Understandably there were sceptics when Marvel’s Guardians of the Galaxy was announced. A massive budget sci-fi spectacle based on five – that’s five – new comic book characters, largely unknown to the masses, two of which were a walking tree and a talking raccoon with a weapon fetish. Show the rest of this post…
Whereas Joss Whedon, much-admired director of Avengers Assemble, had the backdrop of numerous individual character films to get his team together, James Gunn, helmer of Guardians, has to introduce all his characters and tell a ripping yarn in just two hours. For the most part, he’s done an admirable job.
After a brief earth-bound introduction to a young boy called Peter Quill, we are whisked off to space 26 years later, by which point he has transformed into a roguish space pilot dealing in the recovery and sale of rare goods. He goes by the nickname ‘Star Lord’, or at least he would like to, and is played by Chris Pratt, in what proves to be a charismatic performance. At the beginning we see Quill locating and pocketing an orb of as-yet unknown significance. It soon proves to be pretty important to a lot of people, however, and Quill is quickly thrust together with a ragtag bunch comprised of green-skinned killer Gamora (Zoe Saldana), buffed up vengeance-seeking brute Drax (mixed martial artist Dave Bautista), and the aforementioned anthropomorphised duo, Rocket and Groot (raccoon and tree respectively), voiced by Bradley Cooper and Vin Diesel.
There are obvious touchstones here in Star Wars and Indiana Jones, but Gunn allows his influences to inform rather than define the film. Both Quill and, amusingly, Rocket, compete for the ‘Han Solo’ role, and satisfyingly it comes out as a tie, while the whole thing has the feel of a Saturday morning ‘adventure show’ – the kind of thing George Lucas was aiming at when he originally conceived of the Star Wars films. Gunn and his co-writer Nicole Perlman have a job on their hands to get the team together and working in harmony before the obligatory action finale, and generally speaking they succeed.
The film adopts the comic, slightly tongue-in-cheek tone that has been sprinkled liberally over much of Marvel’s recent work, and this helps cover up the cracks in the script, which is genuinely funny at times (one prosthetic leg gag is inspired) but also lacks depth in key areas. There are hints of backstory for all five of our idiosyncratic heroes, but there’s very little time to go into detail. Luckily, they remain likeable thanks to sharp writing and good performances, but the villains (as is the case in so many comic book adaptations) just can’t get enough screen time in a clogged narrative. Chief villain Ronan the Accuser, a hammer-wielding face paint enthusiast, has his motivation outlined in literally one line of throwaway dialogue, so his quest to annihilate the population of a planet comes across as paper thin and uninteresting. By the end he’s reduced to the butt of a joke, diluting any remaining sense of threat. Even worse are the two manipulators behind the scenes. Benicio del Toro cameos again (as he did in the Thor: The Dark World end credits scene) as The Collector, and makes zero impression, while Thanos, the shady figure behind it all, appears briefly, decked out in silly golden armour, before disappearing having made no impact whatsoever. If he’s to be the ultimate bad guy in the Marvel universe, he may need reimagining. Karen Gillan, unrecognisable beneath some terrific makeup, fares better as Gamora’s sister, but their relationship, like so much of the villainous stuff, is terribly underwritten.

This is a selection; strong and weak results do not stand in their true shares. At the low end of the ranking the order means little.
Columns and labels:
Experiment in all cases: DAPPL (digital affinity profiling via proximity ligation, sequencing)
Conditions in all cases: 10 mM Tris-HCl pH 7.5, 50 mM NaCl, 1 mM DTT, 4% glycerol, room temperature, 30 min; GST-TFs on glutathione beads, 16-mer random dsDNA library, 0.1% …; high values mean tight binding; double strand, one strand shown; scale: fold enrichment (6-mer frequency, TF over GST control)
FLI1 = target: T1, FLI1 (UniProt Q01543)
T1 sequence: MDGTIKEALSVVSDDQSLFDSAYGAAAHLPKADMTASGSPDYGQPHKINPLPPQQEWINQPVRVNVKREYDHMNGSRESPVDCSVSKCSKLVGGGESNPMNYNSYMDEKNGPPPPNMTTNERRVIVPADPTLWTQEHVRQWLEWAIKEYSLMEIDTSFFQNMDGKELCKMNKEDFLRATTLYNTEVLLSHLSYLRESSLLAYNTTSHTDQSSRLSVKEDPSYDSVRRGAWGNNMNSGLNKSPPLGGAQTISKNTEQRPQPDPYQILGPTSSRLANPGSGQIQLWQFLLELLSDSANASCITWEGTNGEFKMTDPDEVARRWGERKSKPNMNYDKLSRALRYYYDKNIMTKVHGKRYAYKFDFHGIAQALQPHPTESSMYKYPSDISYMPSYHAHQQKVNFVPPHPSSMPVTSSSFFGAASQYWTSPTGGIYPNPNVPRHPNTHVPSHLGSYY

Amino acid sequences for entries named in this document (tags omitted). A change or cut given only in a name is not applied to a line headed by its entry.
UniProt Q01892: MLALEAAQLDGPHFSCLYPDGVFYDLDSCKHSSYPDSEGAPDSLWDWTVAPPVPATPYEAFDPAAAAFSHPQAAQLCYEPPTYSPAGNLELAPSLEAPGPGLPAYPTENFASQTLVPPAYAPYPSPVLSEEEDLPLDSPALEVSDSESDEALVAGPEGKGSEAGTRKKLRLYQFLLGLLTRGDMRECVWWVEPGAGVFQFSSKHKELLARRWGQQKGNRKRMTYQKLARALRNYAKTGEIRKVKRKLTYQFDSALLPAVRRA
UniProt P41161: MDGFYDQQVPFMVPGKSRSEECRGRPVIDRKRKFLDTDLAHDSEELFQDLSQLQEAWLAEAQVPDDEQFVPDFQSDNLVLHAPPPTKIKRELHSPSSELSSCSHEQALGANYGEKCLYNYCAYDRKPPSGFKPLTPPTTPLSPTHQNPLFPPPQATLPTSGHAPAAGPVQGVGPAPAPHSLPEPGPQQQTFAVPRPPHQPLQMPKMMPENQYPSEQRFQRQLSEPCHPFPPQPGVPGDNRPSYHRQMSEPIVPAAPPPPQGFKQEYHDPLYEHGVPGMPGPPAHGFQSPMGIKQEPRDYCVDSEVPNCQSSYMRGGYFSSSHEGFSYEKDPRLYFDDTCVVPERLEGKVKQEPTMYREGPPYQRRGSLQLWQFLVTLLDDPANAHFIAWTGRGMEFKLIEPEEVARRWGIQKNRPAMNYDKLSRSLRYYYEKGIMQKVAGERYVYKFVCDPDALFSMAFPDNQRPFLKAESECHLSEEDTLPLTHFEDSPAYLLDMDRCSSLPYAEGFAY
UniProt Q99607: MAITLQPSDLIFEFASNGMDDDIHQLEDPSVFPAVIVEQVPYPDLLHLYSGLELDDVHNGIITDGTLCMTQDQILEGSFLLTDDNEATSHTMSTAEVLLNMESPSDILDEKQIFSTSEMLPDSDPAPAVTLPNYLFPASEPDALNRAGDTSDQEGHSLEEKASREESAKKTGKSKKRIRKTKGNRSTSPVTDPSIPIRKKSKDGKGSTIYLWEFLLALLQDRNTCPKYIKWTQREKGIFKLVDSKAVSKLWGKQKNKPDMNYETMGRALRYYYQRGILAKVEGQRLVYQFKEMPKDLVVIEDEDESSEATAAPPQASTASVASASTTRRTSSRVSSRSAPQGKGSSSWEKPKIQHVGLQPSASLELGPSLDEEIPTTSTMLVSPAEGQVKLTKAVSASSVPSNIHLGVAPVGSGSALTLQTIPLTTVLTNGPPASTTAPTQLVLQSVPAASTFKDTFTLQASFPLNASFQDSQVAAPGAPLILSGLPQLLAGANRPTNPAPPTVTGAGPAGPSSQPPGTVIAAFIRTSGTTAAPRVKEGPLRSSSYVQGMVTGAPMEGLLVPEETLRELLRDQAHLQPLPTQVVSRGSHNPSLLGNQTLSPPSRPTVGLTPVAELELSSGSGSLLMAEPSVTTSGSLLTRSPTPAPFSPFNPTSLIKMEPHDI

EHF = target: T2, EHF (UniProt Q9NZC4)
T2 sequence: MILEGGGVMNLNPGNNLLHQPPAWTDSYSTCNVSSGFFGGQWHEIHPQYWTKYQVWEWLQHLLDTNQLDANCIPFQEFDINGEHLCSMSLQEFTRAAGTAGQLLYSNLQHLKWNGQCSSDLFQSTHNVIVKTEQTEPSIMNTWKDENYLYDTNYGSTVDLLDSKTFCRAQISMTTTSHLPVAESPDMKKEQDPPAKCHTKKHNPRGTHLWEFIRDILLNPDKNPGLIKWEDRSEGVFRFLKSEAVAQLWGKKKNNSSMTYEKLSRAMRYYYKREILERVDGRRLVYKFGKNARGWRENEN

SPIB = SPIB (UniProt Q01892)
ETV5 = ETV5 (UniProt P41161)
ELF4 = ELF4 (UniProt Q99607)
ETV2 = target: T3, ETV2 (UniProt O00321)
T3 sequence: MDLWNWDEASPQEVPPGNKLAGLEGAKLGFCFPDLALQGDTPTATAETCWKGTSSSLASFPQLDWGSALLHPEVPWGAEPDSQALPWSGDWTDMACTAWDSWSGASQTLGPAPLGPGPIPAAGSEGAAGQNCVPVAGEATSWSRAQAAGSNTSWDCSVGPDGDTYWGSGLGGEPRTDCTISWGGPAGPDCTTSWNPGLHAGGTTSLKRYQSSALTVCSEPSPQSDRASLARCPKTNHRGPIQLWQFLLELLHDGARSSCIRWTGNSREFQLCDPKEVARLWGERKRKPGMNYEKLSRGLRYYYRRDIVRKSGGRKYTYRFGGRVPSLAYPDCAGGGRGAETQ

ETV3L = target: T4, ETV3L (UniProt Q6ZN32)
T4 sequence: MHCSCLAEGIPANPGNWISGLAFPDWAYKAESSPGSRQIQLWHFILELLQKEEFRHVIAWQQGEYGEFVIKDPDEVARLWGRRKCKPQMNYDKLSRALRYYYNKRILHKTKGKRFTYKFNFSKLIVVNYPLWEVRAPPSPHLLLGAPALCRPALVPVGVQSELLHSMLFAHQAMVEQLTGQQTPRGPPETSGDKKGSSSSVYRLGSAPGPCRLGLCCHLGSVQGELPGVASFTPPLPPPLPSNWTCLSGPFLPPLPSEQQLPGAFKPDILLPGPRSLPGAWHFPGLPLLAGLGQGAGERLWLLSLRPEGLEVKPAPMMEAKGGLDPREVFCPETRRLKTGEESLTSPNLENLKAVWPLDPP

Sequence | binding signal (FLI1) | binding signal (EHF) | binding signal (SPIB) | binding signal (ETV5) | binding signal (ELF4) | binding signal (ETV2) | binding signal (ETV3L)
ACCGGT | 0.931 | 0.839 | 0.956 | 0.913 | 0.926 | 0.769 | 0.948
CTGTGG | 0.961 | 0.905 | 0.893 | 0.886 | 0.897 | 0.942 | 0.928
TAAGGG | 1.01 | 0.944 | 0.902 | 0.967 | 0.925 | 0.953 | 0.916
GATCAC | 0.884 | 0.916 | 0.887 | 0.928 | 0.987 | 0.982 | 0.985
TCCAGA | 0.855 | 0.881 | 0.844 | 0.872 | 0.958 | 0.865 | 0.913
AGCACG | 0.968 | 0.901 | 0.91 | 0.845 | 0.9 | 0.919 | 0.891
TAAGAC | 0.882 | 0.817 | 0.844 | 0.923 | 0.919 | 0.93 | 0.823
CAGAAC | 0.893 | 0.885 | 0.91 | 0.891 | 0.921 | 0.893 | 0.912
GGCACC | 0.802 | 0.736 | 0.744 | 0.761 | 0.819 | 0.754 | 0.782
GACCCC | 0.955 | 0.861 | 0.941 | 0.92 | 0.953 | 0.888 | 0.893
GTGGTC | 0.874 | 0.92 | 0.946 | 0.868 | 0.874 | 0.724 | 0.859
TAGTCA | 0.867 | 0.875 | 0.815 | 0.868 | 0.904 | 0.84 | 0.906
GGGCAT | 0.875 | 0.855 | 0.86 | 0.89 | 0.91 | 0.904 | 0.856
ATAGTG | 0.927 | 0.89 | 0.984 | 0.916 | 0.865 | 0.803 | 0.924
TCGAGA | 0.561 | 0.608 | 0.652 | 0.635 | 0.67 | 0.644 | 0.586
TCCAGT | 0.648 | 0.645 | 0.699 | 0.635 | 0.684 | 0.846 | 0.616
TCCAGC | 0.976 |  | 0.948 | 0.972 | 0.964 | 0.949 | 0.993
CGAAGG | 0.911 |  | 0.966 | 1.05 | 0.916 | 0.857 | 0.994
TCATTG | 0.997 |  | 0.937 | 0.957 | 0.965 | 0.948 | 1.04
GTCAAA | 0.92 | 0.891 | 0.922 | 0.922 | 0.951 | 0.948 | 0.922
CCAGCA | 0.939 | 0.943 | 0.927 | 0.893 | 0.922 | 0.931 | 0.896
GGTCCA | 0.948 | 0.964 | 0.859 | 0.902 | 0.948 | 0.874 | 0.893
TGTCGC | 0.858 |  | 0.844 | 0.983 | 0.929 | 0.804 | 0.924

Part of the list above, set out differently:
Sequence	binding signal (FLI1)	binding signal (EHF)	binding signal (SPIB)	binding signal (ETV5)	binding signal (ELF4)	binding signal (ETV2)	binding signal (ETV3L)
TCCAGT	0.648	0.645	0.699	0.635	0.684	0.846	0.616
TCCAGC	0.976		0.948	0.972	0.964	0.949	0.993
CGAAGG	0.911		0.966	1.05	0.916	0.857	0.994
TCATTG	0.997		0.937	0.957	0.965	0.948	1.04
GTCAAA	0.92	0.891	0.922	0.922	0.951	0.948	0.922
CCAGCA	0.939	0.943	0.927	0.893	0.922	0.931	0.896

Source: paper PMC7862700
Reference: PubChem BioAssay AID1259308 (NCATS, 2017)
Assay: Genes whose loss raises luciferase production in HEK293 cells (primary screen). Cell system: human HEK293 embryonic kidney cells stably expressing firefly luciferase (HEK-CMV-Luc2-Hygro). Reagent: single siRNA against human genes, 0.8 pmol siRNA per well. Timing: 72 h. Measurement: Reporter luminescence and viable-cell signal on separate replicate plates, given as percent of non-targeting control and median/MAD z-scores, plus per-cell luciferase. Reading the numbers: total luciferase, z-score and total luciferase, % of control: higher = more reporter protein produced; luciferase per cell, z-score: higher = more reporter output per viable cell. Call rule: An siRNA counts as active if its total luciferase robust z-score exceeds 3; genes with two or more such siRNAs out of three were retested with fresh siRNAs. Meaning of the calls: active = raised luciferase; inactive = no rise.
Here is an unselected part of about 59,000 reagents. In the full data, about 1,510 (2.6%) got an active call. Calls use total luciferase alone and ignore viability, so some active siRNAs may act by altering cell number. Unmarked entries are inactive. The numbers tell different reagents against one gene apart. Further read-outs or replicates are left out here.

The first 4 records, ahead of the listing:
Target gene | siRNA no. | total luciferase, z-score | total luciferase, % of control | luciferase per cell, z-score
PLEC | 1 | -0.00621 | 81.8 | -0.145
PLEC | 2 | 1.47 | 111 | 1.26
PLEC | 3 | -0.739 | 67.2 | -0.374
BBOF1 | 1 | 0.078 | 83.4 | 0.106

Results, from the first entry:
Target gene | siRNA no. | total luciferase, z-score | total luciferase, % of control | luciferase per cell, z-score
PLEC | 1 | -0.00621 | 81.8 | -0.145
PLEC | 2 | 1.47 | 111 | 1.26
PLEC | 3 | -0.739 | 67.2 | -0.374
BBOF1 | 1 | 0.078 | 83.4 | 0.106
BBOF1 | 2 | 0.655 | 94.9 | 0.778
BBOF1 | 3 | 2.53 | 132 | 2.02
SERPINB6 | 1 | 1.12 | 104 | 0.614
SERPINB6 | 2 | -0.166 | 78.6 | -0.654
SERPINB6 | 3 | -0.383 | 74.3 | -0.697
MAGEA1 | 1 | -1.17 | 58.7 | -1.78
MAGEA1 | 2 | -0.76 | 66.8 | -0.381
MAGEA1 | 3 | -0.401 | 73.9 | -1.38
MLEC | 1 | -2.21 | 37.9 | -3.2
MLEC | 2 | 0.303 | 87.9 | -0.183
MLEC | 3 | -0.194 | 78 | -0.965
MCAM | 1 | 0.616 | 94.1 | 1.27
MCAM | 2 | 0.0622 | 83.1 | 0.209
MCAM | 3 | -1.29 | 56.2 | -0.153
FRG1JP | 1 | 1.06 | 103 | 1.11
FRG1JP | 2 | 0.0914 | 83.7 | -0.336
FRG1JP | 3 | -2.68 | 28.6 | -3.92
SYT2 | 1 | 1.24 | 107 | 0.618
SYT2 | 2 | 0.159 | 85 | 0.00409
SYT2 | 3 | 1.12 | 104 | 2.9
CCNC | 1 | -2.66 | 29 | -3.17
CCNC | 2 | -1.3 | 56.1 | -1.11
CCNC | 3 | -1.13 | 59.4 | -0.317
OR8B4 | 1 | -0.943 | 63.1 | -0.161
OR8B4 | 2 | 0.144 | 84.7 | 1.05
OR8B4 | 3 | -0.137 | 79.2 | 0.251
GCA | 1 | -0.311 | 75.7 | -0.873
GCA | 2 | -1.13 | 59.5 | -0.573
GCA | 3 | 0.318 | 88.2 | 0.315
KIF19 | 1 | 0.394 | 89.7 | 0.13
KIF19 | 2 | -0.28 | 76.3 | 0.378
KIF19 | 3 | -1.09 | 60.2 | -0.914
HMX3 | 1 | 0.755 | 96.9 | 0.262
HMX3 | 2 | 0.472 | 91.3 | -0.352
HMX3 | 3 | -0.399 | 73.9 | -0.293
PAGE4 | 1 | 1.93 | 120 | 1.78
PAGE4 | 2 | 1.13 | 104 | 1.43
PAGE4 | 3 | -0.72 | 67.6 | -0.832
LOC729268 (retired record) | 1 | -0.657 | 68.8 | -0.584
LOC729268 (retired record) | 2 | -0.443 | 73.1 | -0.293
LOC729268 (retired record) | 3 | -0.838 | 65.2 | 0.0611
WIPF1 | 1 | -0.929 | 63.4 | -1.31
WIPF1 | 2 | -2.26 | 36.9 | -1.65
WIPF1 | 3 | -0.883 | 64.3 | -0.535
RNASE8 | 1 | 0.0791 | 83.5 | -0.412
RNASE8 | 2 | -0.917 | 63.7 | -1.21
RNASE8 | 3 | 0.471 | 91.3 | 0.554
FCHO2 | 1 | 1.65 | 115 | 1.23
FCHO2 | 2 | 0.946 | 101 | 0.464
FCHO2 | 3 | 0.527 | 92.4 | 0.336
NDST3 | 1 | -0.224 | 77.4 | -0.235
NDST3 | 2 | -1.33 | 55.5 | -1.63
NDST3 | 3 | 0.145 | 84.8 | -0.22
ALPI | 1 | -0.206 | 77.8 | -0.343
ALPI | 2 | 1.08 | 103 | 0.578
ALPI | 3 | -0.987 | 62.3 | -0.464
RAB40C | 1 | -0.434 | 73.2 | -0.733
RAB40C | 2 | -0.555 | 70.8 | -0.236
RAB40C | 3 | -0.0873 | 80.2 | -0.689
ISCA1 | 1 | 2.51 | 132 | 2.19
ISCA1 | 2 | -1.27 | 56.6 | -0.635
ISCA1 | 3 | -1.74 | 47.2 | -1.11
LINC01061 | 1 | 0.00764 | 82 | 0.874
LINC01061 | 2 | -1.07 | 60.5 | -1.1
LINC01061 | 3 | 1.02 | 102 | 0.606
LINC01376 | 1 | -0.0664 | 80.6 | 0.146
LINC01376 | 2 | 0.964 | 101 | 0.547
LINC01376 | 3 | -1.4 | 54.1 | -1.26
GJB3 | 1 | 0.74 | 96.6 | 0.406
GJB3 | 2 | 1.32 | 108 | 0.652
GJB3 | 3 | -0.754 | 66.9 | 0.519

The plot itself suffers from similar issues. Sure, it’s funny when Quill jokes about the story’s central hook (the orb) being little more than a MacGuffin, even directly referencing Raiders of the Lost Ark, but it doesn’t change the fact that that’s what it is. Laughing about it allows for one witty line, but the film suffers for that joviality towards its own narrative, which for the audience isn’t quite so amusing.
It doesn’t suffer too much, though. At a sprightly two hours, Guardians does more than enough to warm us to this new Marvel super group. Yes, it’s another franchise waiting to happen, and yes the Marvel formula is starting to feel a bit, well, formulai c, but considering how much of a risk this looked when it was announced, it’s quite impressive that they’ve managed to turn it into a very bankable and broadly appealing picture.